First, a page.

For this entry you might need to reference
the Who's Who page.
Christmas itself was generally fine, except for its beginning: an amazingly awkward scene provoked by my sister K, naturally. She announced a sudden intention to leave early, even as dinner was scheduled to begin - in other words she wanted her own separate gift exchange early so she could just end her part of this family business as quickly as possible, and leave. (To do what, she wouldn't say.) With my mother busy in the kitchen, the only others present so far additionally were my brother N and his wife Q - we all watched in disbelief at my father's acquiescing attempt to accommodate her request, in bizarre departure from tradition, rooting through the presents to find her own, until we had to speak our objections to this twisting of ceremony. <1> Voices were raised and I concluded my participation in the tense scene with my outburst to my father that "You always do this - give her special treatment which makes me feel bad, and then I say things I don't really mean!" and I stomped away into the basement where I sat for several minutes regaining my composure. Perfect time (and the usual place) for a cigarette, if I still smoked them habitually. The tide turned, however - she called off her demand. More waiting as first H and then eventually J arrived with their families and presents, which were added to those already under the tree, and since dinner was hours late by then we dug in immediately. After the fine holiday feast my mother prepared we at last had the mad chaos of the present opening, establishing a new paradigm the brothers find much more agreeable. For years we've been suffering with the request from our parents to show up real early Christmas morning to "do the presents" first thing, like we were still children living there. This is followed by endless idle hours waiting for the big mid-afternoon meal. Of course, the thirty-year-old child who lives there still wants the old tradition to continue... Towards the end of the day I had semi-harsh words with my nephew M, who was suddenly in my face babbling about something, interrupting my attention so I lost the thread of my surrounding brothers' conversation. He ran crying into the arms of his overly protective mother S, hovering nearby. Everything else besides this anguish was fine.
This is the day after all that, Boxer Day, when F and I had made plans for our annual back-east meeting. At her parents' house I loaded up on the holiday cookies, and with a cheery "See you next year" from me, we left in the beetle to drive downtown. A small exhibition of photographs I read about in the Post seems to have been some sort of jest - the address on Connecticut Avenue turned out to be a private home, and I couldn't locate the gallery in the phone book I checked down the street inside the "American City Diner". But the other thing on my agenda was fine - an installation at the Corcoran of these large rice paper constructions by Jyung Mee Park. F enjoyed the driving around town, especially seeing the houses in Chevy Chase; and our lunch at the venerable old seafood institution of Crisfield's. (Their seafood bisque is incredible, still.) After lunch she produced two Marlboro Lights so I had to smoke one! (I didn't say it this time, but I have called her the devil.) I left F with one of her innumerable sisters at the big house of this one's family in Takoma Park, after hanging out there for a while watching bits of "The Firm" on their new VCR. <2>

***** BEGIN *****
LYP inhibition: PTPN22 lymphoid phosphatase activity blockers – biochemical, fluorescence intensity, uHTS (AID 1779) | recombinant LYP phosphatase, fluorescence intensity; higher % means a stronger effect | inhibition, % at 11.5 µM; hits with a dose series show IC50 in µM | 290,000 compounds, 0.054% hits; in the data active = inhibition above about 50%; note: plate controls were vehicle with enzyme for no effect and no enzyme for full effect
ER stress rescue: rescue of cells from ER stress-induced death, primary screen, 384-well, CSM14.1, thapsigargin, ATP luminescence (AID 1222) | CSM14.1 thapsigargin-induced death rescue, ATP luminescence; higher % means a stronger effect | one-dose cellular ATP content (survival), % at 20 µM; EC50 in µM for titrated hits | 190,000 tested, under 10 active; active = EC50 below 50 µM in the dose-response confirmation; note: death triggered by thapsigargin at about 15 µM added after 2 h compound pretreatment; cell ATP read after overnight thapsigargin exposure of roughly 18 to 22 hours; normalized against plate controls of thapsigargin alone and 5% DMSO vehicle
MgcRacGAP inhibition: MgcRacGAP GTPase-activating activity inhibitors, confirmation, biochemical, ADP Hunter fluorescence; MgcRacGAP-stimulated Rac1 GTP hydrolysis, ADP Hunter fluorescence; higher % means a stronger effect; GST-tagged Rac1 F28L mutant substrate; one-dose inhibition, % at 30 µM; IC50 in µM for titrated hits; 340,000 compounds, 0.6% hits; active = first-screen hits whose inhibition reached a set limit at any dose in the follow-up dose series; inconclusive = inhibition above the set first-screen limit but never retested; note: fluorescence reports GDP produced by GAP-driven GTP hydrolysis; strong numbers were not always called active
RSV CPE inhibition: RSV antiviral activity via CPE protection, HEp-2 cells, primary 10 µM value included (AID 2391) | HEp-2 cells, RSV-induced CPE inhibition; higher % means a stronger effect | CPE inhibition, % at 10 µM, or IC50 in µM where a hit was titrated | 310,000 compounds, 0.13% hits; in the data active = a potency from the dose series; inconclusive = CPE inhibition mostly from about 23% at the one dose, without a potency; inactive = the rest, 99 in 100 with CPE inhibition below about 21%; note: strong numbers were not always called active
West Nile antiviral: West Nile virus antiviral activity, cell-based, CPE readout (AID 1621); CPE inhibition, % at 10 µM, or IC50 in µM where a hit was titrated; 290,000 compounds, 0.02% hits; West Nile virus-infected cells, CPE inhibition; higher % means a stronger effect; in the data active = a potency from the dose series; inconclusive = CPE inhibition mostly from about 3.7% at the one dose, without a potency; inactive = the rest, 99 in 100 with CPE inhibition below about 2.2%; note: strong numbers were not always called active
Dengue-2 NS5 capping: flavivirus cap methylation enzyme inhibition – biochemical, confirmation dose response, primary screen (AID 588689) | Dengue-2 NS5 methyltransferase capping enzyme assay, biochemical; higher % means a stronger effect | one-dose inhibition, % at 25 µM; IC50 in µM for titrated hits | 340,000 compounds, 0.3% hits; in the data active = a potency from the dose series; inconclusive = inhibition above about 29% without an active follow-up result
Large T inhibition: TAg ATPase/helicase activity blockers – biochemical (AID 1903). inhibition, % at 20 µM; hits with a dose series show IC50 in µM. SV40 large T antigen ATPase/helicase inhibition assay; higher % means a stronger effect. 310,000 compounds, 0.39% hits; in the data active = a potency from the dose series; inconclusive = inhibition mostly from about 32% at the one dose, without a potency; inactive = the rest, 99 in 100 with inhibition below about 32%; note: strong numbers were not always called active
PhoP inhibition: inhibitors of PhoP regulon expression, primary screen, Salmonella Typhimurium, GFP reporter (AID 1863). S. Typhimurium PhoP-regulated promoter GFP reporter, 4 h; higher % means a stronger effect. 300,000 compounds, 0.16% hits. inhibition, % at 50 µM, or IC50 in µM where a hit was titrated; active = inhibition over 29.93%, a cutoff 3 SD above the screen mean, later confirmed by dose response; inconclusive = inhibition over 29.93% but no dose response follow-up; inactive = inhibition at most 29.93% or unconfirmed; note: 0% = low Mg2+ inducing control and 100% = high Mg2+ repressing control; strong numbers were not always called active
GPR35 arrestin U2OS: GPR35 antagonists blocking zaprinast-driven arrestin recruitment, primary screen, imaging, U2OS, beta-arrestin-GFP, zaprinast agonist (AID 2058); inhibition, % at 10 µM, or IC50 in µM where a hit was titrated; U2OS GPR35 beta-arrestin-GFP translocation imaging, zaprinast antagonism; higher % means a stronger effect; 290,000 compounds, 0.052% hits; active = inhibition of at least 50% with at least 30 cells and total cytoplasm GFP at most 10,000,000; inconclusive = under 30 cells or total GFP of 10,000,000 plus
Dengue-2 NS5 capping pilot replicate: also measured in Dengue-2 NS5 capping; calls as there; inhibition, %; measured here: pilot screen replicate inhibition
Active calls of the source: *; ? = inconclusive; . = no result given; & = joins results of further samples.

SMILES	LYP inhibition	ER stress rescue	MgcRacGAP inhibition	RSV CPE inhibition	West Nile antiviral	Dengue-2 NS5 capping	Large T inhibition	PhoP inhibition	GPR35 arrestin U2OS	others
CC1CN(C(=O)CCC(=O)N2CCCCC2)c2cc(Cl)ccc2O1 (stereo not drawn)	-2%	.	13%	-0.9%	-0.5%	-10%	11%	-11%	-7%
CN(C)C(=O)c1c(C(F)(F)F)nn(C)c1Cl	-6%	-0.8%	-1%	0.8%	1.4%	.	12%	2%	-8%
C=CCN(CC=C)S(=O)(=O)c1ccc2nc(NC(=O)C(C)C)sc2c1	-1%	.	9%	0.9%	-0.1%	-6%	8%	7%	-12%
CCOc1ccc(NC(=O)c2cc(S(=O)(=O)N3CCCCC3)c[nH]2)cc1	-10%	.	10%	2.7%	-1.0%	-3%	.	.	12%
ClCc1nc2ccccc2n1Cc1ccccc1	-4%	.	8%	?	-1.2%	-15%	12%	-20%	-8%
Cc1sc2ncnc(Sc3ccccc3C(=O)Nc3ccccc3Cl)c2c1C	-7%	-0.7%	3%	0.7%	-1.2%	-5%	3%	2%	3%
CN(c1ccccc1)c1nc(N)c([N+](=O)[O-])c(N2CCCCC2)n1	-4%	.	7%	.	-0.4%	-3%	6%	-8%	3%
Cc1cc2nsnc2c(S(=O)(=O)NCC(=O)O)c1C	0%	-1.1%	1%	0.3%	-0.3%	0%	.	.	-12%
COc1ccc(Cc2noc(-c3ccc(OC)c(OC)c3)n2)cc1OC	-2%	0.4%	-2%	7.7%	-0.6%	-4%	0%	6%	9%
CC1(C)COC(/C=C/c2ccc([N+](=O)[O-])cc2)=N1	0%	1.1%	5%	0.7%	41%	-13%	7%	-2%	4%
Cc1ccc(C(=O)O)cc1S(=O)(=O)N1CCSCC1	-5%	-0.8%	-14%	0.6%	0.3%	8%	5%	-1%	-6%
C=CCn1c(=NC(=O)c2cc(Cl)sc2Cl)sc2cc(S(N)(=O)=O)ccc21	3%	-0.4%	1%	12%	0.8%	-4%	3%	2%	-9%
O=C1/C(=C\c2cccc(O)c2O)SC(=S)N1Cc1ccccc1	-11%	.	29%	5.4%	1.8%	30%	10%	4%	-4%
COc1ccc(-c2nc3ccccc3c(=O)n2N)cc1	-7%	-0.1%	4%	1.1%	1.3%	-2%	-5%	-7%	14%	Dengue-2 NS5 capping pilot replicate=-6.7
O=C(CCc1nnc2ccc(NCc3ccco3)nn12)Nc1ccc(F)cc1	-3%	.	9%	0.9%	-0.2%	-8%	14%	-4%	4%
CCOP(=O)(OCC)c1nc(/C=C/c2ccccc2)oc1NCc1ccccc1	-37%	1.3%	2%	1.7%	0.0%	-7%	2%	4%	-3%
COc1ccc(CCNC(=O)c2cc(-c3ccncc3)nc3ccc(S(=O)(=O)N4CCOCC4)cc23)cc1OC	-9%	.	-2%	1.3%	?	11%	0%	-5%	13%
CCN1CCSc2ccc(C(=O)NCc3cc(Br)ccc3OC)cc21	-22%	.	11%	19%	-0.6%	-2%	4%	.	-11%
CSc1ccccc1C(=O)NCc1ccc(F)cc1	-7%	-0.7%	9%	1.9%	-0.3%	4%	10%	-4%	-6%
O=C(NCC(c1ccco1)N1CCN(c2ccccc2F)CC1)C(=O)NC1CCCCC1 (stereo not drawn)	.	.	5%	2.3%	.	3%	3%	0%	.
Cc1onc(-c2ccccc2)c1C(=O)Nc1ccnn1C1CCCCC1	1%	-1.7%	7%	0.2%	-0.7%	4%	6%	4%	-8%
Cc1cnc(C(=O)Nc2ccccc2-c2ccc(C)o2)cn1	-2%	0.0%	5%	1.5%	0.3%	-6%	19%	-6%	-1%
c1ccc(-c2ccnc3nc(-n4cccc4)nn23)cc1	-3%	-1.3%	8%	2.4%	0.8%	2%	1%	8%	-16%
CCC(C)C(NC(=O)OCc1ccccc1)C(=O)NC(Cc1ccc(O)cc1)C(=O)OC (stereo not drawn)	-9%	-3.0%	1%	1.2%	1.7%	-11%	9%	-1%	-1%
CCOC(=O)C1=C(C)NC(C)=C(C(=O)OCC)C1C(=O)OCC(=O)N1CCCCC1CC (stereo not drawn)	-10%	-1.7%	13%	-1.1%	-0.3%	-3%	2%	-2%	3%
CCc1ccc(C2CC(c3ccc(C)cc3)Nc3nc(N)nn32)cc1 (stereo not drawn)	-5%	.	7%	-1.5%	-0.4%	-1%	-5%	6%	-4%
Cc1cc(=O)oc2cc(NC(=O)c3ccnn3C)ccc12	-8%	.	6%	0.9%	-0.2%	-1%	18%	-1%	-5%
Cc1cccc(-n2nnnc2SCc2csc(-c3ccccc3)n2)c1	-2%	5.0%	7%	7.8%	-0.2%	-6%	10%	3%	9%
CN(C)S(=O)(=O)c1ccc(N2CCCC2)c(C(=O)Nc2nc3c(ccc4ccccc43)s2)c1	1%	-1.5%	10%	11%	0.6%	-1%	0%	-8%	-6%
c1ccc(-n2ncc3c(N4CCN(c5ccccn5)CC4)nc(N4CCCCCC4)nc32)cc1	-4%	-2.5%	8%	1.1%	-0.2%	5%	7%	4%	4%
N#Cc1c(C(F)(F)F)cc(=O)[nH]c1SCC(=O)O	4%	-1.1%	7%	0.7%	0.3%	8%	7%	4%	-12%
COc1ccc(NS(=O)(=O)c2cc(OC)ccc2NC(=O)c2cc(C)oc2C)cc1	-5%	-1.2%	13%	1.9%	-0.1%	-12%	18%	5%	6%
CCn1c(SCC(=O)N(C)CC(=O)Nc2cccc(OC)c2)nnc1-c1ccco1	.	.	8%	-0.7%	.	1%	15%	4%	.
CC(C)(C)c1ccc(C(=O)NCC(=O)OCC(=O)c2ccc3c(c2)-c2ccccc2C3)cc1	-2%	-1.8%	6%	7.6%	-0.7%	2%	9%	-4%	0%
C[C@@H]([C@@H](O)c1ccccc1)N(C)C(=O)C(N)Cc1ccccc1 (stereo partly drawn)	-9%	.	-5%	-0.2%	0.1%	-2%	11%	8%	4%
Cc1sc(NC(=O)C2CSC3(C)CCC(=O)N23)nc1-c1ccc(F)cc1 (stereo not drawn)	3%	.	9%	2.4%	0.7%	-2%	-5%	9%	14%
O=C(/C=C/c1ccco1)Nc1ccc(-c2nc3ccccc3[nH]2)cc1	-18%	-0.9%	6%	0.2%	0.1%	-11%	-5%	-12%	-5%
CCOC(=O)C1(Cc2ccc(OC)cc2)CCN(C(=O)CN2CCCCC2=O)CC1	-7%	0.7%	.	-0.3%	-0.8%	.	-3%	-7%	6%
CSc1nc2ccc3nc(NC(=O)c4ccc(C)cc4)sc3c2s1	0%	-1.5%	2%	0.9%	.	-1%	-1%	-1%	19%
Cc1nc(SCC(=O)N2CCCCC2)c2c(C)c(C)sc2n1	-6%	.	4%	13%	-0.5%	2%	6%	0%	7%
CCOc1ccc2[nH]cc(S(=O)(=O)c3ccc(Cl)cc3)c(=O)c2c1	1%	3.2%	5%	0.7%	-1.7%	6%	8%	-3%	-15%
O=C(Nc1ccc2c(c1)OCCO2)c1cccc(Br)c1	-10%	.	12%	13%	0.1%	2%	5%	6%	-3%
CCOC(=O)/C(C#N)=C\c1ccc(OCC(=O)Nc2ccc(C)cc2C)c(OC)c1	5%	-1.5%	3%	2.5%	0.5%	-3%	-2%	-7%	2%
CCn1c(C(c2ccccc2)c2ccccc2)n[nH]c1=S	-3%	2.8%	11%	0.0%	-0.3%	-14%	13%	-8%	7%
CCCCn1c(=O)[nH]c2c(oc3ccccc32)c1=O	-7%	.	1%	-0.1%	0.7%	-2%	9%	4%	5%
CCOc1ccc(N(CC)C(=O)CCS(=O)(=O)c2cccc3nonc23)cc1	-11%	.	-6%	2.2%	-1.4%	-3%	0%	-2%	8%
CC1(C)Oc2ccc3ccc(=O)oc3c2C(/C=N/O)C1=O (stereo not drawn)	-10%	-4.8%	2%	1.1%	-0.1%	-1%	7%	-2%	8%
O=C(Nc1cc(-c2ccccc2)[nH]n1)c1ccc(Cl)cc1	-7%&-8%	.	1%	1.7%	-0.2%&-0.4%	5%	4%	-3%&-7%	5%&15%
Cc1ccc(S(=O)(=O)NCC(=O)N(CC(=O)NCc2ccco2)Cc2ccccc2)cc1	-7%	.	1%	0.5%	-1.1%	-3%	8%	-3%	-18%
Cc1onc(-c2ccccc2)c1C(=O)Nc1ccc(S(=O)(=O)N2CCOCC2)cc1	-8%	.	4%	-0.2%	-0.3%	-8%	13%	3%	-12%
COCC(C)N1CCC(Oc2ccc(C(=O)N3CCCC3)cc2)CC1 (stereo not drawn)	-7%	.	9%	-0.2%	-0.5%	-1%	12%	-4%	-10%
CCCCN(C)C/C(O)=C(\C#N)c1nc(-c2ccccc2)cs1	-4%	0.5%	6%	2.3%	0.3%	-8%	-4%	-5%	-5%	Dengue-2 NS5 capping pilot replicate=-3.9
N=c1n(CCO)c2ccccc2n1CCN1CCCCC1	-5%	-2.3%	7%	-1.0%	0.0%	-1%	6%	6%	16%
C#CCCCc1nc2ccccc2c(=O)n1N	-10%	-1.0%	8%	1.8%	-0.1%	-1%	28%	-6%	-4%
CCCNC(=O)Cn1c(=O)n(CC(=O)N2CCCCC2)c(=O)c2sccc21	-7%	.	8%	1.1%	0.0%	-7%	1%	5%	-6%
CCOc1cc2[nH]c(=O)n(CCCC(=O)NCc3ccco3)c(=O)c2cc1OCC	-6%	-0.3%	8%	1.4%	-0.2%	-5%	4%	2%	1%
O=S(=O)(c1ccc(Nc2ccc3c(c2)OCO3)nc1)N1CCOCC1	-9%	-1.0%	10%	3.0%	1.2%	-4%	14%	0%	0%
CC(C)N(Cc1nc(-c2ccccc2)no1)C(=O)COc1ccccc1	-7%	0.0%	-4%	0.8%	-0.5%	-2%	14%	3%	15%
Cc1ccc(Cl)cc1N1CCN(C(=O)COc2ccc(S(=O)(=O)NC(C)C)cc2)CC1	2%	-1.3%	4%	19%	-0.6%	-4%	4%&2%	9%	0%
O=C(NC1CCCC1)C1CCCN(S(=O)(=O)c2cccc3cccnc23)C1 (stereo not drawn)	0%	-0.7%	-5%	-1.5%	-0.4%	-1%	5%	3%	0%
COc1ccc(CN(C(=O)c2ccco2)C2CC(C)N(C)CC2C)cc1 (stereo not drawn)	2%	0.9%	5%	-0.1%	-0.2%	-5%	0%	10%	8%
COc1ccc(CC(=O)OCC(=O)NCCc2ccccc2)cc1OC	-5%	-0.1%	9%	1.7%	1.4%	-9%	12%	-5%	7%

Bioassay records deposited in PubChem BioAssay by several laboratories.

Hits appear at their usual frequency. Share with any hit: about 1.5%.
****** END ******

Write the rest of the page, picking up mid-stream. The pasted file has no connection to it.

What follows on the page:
Then I went back to my brother N's house where we (and his wife Q) had dinner at a "Silver Diner" and rehashed family, revolving around the problem of our sister K. <3> There we noticed but didn't quite state her most insidious attribute, the way she erodes her brothers' limited, valued time together. We fret about her ("Why the hideous hairstyle?" "What if she gets pregnant?" etc.) instead of discussing unrelated, exterior stuff that we'd rather be talking about. On the way back, I noticed their neighborhood's most flamboyantly decorated house, and we swung about for a drive-by. I was compelled to hop out and photograph a small detail: not only were lights strung about everywhere, and their living room window done up like an old department store's with an animated Santa effigy; they'd even placed strings of small lamps on the ground and with the light accumulation of snow present these diffused into little round blobs of colored light.
Finally, back in my old bedroom that night, I finished reading these two comics from my archives stored there: "Tintin in Tibet" ("Chang!") and "The Blue Lotus", set in pre-war Shanghai - the much earlier book where Tintin first met Chang, later rescued from the Yeti in Tibet. This time I understood the politics in "The Blue Lotus". Curious fact from it gleaned: the Chinese called the Boxer Rebellion "The War of Righteous and Harmonious Fists".
VCR - Video Cassette Recorder
|« Previous | Next »|
|Email to email@example.com||Home|
<1> If one can't attend the gift
distribution, the unwritten rules of past precedent clearly state
that the missing receive their portion afterwards. The true
situation was obvious - she was (almost successfully) trying to convert
the egalitarian Christmas celebration into the only family event she
enjoys - the birthday party, her birthday, where she's the
center of attention.
<2> Tom Cruise riding on
a monorail? What this? Memphis has a suspension train
running over the Mississippi?
<3> Zeitgeist Reference Point:
N said Angelica of the Rugrats is K. Having no exposure, I wouldn't know.